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This thesis examines the ways in which rural schools support or undermine rural community viability in the United States. Beginning in the late 19th century, the diverse people of the United States came under the power of a single ideology of modernization and the superiority of urban culture. This ideology has resulted in the American transition from a rural people who labored on the land to an industrialized people compelled to wander from place to place in search of work in the industrial artifice. Such lack of connection to place has had negative impacts on the environment and on the viability of rural communities. As part of the story, schools have produced and reproduced human, cultural, and social capital; supported the ideology of "progress"; and promoted the departure of rural youth to urban opportunities. The history and present circumstances of three rural groups--the Old Order Amish, the Menominee Nation, and rural Appalachians in West Virginia--illustrate how events of the national rural-to-urban transition played out locally and how schools continue to impact community viability in terms of cultural, social, human, ecological (or natural), and financial capital. Meaningful reform of rural schools requires greater understanding of the local context in which they are situated and increased attention to learning to live well in a rural place. Contains 88 references. (Author/SV)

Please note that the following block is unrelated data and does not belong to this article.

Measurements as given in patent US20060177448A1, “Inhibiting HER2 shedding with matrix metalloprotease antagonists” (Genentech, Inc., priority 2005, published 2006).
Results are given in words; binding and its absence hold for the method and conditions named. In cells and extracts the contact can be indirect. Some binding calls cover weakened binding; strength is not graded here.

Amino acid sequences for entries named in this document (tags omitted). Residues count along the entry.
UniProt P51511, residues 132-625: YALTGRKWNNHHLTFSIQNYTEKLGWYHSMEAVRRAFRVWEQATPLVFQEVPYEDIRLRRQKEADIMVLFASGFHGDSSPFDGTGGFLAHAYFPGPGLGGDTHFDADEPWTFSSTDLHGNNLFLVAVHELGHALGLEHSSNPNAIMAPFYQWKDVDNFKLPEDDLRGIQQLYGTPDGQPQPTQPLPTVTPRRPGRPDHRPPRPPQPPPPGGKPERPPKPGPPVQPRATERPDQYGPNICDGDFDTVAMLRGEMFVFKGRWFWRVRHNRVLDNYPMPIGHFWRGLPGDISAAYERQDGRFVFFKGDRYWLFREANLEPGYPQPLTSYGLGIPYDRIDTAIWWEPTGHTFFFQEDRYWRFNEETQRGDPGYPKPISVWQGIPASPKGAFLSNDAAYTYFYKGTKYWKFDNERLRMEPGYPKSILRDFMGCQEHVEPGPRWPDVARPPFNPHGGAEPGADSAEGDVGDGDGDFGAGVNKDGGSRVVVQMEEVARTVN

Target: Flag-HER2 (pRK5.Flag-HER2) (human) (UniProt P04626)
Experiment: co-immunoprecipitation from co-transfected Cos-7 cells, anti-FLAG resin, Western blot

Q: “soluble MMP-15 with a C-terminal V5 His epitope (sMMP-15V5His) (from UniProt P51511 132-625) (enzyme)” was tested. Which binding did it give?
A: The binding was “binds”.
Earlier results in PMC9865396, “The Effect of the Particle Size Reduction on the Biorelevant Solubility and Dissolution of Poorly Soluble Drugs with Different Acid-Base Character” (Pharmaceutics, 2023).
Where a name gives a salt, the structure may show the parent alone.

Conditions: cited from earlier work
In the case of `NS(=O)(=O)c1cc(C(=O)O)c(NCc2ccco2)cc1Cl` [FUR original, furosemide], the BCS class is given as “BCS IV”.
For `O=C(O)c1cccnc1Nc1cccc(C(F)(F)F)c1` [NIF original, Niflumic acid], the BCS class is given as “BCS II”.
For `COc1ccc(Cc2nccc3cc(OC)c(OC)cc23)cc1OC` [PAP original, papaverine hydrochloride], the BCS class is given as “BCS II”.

Descriptors: American Indian Education, Educational Needs, Elementary Secondary Education, Human Capital, Role of Education, Rural Economics, Rural Education, Rural Population, Rural to Urban Migration, School Community Relationship, Social Capital

Autor: Hammer, Patricia Cahape


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